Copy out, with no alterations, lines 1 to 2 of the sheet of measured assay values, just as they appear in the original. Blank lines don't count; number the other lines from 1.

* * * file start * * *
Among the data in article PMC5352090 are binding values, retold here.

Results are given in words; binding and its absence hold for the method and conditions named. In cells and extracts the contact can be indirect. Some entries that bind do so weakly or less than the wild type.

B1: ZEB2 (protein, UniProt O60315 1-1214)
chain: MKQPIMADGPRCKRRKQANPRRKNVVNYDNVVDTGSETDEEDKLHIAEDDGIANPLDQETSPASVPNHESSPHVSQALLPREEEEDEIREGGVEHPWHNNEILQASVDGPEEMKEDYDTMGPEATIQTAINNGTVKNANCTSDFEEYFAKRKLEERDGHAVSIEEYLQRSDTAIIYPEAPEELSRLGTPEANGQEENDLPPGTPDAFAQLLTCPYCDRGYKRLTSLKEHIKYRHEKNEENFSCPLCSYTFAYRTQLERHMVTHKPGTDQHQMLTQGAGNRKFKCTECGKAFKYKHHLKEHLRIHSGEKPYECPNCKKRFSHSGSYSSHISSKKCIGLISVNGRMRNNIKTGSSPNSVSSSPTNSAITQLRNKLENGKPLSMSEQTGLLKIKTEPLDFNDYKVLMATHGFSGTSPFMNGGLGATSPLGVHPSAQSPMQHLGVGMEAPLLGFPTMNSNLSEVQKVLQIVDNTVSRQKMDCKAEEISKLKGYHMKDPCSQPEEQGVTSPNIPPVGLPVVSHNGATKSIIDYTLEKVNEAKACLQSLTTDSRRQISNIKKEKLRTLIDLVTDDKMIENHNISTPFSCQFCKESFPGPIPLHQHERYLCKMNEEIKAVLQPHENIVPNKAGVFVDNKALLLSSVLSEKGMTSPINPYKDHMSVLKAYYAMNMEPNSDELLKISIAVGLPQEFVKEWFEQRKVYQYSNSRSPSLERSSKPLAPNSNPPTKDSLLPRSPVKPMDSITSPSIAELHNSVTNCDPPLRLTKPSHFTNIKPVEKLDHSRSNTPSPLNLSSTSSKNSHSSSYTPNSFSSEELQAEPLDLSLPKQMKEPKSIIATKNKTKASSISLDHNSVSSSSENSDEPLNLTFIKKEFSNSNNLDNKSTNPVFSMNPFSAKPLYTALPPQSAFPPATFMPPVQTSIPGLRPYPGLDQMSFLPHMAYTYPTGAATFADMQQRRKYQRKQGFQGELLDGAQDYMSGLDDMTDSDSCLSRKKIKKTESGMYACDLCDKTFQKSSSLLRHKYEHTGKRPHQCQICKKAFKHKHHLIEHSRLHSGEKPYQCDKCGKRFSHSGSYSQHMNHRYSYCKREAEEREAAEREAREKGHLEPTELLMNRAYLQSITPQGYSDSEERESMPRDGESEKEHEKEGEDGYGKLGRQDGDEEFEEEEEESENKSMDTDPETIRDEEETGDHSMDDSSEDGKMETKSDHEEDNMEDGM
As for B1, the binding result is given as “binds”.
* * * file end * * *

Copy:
Among the data in article PMC5352090 are binding values, retold here.

Results are given in words; binding and its absence hold for the method and conditions named. In cells and extracts the contact can be indirect. Some entries that bind do so weakly or less than the wild type.